“THE GREEN WOMAN” (Graphic Novel Review)

Posted by & filed under .

Originally published at Fangoria.com on October 23, 2010

Vertigo Comics’ THE GREEN WOMAN is the first graphic novel from best-selling author Peter Straub. With co-writer Michael Easton and artist John Bolton, the GHOST STORY author creates a mesmerizing tale of unrelenting suspense accompanied by eerie illustrations. Readers will discover two types of narratives combined here: a police procedural and a character study that delves into the mind of a serial killer.

Detective Bob Steele has grown up hating his father for naming him after a famous cowboy hero. Though he has his own badge and gun, Steele feels there’s nothing about himself that resembles a hero. While in the midst of interrogating suspects, Steele loses control and beats them down with his fists. But the disillusioned detective discovers a chance at redemption as he searches for the identity of a murderer who has been nicknamed “The Virgin Killer” by the press.

Meanwhile, Straub resurrects one of his characters from his acclaimed “Blue Rose Trilogy”: serial killer Fielding “Fee” Bandolier, who was left for dead in the gripping pages of the author’s THROAT. Now, at the abandoned Green Woman tavern, Fee sits at the bar, drinking heavily, tired of a life dedicated to death. His body has grown old and fat, and he’s mentally preparing himself to retire. Suddenly, a mysterious stranger stumbles to the pub’s front door, asking Fee to let him in. The mysterious drifter claims to be an eager admirer of Fee’s past work, and even has even brought a decapitated head as a present for the man he worships. Upon seeing this sick and twisted act of devotion, Fee screams at his stalker to leave.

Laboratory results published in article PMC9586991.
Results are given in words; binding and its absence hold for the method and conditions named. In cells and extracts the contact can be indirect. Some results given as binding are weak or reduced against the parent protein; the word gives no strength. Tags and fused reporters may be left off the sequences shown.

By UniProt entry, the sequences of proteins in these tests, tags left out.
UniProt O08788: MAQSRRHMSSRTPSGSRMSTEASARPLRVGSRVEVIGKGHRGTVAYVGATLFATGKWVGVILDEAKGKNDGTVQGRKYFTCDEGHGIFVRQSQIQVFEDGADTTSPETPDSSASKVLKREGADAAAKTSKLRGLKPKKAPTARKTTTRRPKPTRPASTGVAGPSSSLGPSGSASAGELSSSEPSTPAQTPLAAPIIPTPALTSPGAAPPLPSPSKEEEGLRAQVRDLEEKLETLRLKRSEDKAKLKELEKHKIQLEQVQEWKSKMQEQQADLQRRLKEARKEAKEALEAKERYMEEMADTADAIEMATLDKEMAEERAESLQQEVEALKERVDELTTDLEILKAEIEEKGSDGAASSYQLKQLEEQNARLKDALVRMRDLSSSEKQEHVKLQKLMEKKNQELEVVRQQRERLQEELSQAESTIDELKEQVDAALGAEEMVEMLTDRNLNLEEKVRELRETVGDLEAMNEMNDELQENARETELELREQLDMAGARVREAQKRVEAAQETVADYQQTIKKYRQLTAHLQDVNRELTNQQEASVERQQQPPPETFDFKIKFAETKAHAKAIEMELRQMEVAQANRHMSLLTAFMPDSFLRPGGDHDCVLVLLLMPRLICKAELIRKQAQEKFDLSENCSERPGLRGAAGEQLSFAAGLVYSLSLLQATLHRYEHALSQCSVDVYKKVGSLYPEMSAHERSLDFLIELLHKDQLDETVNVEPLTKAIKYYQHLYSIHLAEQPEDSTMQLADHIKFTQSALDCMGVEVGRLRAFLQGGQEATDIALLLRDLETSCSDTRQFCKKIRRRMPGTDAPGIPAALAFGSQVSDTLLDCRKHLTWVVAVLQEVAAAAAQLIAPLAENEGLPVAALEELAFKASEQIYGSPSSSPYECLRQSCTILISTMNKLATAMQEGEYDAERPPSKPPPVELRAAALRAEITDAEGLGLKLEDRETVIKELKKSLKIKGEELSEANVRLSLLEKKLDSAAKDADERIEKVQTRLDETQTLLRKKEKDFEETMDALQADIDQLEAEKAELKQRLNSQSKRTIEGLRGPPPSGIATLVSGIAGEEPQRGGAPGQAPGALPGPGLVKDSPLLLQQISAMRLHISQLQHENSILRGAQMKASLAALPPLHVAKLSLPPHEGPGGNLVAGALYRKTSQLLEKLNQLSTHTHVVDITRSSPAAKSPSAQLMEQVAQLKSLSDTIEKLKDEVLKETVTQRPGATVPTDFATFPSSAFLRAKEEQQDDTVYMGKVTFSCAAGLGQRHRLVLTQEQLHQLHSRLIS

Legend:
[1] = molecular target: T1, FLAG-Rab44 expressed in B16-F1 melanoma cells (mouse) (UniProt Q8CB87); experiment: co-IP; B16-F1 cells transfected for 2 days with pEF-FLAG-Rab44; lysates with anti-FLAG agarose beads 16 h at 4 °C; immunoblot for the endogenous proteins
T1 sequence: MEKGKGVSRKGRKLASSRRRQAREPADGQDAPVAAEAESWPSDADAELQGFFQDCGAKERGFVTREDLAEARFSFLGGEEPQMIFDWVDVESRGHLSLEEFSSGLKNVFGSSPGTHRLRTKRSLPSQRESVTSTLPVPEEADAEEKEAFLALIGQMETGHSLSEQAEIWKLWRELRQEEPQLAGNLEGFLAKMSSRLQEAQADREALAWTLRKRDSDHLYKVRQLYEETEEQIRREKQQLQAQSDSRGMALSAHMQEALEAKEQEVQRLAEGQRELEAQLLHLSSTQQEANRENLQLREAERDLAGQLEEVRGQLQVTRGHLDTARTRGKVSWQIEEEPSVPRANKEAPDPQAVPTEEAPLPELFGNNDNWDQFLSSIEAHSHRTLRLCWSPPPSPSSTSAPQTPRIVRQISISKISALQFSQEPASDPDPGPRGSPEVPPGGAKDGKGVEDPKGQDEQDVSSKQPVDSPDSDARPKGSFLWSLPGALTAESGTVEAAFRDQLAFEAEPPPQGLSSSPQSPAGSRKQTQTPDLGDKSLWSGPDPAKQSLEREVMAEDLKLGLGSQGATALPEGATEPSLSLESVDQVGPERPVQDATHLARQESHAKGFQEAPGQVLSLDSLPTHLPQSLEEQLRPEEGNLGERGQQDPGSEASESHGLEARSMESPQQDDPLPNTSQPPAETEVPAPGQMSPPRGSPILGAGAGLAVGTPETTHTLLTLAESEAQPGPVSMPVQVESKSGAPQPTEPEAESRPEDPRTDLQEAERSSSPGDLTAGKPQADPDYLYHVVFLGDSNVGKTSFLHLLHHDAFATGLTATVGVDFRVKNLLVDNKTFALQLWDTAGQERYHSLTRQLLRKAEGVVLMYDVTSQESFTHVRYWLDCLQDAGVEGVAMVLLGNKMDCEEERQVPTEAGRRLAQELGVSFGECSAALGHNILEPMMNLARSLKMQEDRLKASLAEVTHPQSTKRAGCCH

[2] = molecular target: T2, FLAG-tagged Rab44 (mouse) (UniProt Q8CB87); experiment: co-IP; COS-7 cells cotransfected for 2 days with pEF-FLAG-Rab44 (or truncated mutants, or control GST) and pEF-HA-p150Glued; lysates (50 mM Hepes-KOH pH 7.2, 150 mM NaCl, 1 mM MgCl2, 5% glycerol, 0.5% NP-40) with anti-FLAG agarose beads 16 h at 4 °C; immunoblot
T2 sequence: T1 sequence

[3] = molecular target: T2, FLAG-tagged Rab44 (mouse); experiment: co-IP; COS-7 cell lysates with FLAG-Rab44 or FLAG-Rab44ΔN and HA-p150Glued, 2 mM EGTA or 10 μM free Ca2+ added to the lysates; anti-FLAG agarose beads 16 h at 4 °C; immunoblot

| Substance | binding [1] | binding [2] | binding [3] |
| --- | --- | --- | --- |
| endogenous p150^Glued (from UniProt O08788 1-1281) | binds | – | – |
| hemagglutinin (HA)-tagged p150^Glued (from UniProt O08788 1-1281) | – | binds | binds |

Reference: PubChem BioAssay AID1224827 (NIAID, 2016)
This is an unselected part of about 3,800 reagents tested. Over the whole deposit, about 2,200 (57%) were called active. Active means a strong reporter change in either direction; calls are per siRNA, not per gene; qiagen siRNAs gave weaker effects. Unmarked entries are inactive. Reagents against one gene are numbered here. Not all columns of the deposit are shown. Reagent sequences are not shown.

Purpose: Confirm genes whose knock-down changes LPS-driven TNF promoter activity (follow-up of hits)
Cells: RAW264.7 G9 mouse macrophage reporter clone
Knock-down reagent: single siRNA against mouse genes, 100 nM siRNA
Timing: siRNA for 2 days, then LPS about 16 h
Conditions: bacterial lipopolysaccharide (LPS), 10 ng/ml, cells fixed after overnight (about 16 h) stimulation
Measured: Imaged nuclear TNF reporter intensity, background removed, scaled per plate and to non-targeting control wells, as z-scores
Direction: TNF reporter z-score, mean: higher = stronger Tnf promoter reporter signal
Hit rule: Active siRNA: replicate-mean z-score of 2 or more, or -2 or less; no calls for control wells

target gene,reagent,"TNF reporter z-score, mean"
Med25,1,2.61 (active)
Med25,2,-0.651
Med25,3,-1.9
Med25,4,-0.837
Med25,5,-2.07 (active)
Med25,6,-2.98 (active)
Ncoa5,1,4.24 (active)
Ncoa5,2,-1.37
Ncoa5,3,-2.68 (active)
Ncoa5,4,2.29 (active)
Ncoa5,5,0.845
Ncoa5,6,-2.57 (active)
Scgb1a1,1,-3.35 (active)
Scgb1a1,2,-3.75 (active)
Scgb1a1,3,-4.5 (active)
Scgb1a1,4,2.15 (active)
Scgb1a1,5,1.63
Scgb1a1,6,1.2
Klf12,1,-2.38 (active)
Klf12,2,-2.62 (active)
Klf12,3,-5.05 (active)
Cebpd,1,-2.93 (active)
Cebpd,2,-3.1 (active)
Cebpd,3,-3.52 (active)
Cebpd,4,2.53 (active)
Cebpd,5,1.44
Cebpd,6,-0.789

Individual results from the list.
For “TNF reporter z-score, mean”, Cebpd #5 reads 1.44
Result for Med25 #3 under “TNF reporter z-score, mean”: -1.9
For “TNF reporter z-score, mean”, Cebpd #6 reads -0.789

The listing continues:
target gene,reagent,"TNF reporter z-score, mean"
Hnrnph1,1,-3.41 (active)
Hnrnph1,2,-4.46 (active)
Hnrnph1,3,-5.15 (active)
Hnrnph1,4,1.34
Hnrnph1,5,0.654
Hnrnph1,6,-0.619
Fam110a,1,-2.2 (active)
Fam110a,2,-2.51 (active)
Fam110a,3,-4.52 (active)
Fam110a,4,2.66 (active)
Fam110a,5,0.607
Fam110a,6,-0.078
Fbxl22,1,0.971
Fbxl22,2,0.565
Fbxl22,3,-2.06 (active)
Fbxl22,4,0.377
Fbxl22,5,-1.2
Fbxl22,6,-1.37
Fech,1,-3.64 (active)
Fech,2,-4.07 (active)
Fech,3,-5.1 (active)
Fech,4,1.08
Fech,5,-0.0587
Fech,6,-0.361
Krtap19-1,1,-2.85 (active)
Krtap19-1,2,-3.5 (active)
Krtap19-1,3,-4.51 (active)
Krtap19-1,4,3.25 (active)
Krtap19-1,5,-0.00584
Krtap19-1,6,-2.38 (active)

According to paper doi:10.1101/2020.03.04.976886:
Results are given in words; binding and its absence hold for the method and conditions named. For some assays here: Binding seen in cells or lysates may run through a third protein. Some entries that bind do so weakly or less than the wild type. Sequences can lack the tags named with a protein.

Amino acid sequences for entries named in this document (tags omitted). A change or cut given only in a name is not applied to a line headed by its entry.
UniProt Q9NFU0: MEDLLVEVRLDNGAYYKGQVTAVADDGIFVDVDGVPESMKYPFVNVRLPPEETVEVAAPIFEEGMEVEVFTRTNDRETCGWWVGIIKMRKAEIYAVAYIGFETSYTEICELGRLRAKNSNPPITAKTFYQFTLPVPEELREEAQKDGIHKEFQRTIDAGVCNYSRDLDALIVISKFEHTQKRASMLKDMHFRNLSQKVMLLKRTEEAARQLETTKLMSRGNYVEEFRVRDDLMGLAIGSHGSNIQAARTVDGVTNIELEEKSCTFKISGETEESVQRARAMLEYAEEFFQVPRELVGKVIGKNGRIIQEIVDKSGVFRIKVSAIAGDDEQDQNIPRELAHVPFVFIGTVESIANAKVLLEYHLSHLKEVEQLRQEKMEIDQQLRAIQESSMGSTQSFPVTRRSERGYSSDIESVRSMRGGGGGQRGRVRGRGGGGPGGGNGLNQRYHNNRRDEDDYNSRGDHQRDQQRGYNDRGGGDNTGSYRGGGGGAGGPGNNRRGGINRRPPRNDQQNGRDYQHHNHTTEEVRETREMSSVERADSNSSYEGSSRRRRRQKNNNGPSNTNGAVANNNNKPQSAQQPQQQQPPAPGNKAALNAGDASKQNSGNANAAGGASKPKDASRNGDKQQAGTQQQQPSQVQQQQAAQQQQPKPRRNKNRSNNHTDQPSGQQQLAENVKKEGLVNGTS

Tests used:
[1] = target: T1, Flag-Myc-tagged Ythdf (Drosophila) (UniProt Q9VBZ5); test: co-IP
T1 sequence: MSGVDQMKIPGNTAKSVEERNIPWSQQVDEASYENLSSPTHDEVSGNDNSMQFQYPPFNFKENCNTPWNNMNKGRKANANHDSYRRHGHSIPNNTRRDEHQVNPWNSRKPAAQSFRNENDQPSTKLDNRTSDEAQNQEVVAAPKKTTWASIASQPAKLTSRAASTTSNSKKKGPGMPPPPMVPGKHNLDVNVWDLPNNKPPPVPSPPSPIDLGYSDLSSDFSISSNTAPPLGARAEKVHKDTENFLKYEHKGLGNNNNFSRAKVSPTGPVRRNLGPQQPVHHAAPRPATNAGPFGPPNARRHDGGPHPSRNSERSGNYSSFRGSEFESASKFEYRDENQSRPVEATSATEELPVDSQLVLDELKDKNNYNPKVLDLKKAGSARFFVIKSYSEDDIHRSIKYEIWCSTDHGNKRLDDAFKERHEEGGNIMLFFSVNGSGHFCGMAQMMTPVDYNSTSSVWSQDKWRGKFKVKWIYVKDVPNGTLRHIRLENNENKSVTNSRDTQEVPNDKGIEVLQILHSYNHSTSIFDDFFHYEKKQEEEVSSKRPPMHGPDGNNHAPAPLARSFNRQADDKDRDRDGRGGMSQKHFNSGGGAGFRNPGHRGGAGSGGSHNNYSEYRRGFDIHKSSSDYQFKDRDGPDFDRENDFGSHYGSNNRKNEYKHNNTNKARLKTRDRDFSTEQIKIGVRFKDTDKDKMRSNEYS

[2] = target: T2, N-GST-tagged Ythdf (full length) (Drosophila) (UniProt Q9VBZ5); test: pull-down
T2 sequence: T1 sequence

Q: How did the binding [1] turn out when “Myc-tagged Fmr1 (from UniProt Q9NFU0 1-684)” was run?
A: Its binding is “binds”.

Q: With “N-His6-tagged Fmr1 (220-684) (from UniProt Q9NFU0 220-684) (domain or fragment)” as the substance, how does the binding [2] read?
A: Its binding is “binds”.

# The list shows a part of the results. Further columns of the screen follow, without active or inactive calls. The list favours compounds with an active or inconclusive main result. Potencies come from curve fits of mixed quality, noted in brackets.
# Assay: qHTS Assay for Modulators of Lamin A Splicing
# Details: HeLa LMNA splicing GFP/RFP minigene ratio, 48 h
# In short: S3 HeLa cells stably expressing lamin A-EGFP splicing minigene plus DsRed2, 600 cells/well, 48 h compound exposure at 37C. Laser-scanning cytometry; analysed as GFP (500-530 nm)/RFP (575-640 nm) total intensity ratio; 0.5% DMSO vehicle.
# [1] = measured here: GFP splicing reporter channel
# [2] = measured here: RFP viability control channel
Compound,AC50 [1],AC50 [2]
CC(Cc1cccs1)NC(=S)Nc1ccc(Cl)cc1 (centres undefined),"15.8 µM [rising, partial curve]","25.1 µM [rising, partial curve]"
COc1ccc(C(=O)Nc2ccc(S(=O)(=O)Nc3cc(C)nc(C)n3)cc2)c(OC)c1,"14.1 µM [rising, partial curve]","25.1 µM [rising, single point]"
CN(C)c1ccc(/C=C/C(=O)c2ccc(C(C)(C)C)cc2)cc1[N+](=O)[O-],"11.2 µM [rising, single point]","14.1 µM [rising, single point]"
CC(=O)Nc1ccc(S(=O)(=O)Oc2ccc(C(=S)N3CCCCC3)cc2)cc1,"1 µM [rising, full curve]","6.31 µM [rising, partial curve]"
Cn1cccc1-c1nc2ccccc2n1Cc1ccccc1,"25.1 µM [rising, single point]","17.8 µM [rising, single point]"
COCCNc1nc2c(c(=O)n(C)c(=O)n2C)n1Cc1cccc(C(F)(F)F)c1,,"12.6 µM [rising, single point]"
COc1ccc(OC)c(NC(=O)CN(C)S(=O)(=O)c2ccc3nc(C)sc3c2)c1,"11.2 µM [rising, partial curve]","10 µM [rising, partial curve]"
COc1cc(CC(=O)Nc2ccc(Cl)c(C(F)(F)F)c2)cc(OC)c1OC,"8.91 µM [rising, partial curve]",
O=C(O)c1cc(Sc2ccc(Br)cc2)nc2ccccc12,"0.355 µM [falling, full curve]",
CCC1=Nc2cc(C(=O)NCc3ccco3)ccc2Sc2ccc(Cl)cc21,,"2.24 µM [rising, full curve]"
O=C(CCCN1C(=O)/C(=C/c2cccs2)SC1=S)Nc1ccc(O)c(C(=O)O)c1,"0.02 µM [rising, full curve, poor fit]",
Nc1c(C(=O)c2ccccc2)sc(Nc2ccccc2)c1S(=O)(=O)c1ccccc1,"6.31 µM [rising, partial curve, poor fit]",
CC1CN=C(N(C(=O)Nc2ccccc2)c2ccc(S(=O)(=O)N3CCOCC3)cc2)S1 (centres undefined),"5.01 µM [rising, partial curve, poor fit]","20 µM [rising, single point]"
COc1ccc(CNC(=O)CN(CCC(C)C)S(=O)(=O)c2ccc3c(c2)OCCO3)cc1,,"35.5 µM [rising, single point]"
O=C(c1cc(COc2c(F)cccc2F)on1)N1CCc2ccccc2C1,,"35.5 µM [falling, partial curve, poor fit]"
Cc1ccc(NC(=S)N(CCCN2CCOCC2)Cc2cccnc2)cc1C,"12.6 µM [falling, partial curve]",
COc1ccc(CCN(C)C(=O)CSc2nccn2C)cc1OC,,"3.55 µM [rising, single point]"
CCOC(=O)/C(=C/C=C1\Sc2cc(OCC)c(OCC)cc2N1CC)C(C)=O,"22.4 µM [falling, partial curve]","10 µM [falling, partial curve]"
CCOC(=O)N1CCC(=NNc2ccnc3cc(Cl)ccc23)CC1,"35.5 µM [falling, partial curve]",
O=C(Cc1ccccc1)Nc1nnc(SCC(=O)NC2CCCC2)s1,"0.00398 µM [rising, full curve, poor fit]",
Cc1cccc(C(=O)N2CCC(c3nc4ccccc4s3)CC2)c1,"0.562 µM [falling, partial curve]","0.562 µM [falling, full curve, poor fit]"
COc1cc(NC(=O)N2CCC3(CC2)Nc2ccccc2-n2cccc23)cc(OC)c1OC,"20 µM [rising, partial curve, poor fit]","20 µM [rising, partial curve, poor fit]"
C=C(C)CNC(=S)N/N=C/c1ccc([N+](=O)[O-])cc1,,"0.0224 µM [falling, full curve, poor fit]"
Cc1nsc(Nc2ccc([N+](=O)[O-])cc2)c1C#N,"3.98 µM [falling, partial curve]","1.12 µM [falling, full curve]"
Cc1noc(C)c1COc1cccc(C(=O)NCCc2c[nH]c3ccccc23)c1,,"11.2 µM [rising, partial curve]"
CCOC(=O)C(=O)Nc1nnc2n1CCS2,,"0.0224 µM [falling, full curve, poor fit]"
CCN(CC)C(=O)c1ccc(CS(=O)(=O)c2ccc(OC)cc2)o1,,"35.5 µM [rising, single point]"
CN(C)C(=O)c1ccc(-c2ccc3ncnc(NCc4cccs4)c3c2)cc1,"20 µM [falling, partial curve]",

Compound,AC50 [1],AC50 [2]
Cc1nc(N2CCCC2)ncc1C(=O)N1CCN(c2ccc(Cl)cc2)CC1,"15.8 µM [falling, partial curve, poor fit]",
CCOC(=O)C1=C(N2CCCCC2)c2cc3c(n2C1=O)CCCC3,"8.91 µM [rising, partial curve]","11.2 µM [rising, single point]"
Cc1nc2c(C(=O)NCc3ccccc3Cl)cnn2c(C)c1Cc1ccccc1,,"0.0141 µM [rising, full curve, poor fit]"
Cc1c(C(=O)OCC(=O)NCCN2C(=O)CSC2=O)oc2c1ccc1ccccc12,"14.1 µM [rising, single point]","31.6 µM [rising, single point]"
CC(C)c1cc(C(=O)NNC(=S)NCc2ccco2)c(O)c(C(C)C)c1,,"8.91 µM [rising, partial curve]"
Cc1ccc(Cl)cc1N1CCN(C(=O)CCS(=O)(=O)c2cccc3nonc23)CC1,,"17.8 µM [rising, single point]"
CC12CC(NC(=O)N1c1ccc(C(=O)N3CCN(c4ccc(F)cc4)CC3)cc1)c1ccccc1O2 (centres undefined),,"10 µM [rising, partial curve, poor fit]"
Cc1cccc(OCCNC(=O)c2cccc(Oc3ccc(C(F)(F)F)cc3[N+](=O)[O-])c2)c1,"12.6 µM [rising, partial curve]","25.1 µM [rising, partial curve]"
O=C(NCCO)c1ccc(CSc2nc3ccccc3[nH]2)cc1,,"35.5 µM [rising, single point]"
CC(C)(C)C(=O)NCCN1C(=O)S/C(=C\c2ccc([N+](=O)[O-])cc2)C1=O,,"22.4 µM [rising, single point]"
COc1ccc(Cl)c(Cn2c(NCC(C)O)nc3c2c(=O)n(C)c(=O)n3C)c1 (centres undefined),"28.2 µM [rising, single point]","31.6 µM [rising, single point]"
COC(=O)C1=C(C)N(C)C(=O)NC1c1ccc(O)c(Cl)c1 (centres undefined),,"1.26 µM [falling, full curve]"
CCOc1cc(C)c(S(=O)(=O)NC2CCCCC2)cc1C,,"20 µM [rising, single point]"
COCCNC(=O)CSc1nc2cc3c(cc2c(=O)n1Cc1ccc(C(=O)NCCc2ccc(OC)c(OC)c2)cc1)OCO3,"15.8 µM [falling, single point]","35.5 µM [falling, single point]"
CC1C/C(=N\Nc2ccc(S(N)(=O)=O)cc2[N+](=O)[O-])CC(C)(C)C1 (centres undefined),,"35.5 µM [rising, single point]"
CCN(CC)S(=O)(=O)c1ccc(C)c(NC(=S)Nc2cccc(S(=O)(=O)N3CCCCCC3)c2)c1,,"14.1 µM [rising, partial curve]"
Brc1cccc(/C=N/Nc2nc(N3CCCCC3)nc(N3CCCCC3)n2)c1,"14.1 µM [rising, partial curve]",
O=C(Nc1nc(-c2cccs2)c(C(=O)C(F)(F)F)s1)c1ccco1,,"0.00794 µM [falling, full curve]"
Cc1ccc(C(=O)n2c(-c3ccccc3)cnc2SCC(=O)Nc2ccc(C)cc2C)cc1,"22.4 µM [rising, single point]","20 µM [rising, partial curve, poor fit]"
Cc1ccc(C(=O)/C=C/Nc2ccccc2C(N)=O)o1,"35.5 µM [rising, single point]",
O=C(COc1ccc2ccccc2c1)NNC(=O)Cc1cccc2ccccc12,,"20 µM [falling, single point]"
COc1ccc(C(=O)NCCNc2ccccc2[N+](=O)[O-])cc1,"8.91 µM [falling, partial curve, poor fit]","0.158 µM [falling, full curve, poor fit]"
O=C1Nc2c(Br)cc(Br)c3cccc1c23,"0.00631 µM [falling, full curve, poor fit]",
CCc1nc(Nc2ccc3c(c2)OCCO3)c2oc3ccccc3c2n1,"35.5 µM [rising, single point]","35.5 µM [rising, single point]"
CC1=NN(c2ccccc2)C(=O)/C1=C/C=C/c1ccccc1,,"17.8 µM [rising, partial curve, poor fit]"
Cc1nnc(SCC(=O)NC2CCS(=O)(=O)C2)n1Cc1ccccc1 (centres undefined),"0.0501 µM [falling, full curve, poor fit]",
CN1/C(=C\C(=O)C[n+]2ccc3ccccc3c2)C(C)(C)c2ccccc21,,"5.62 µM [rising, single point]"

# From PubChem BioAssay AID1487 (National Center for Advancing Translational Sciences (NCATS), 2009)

The title of THE GREEN WOMAN ties in to a sailing ship once known as the Black Galleon that shares a mysterious link to the tavern Fee is hiding in. Something in the ship ordered the crew to kill each other, and now the figurehead of the Black Galleon—a carved wooden decoration of a green woman—stands inside the bar, staring directly at Fee. The walls seductively whisper into Fee’s ears, beckoning him to murder one more time. The haunted structure draws out the evil in others, gathering them at its feet—and the evil entity will ultimately steer the fallen detective into the path of the unstoppable serial killer.

Bolton creates haunting images in each of the fully painted panels, each page bearing a sense of impending doom and dread. His hyper-realistic artwork jumps right at your eyes, grabbing your full attention. You will no doubt check back at each page twice, to fully appreciate the artistic detail in the drawings. And for those who haven’t read the “Blue Rose Trilogy,” you don’t have to worry about catching up with the story. Though there are certain references that first-time readers will not understand, Fee’s narrative is expanded as an origin tale. Newcomers and followers alike are rewarded with something new in these pages.

THE GREEN WOMAN is a genuinely disturbing thrill ride, a cop-and-killer standoff with a horror twist. Straub, Easton and Bolton have taken the graphic-novel form to a whole new level, and anyone interested in a good fright should definitely pick this one up.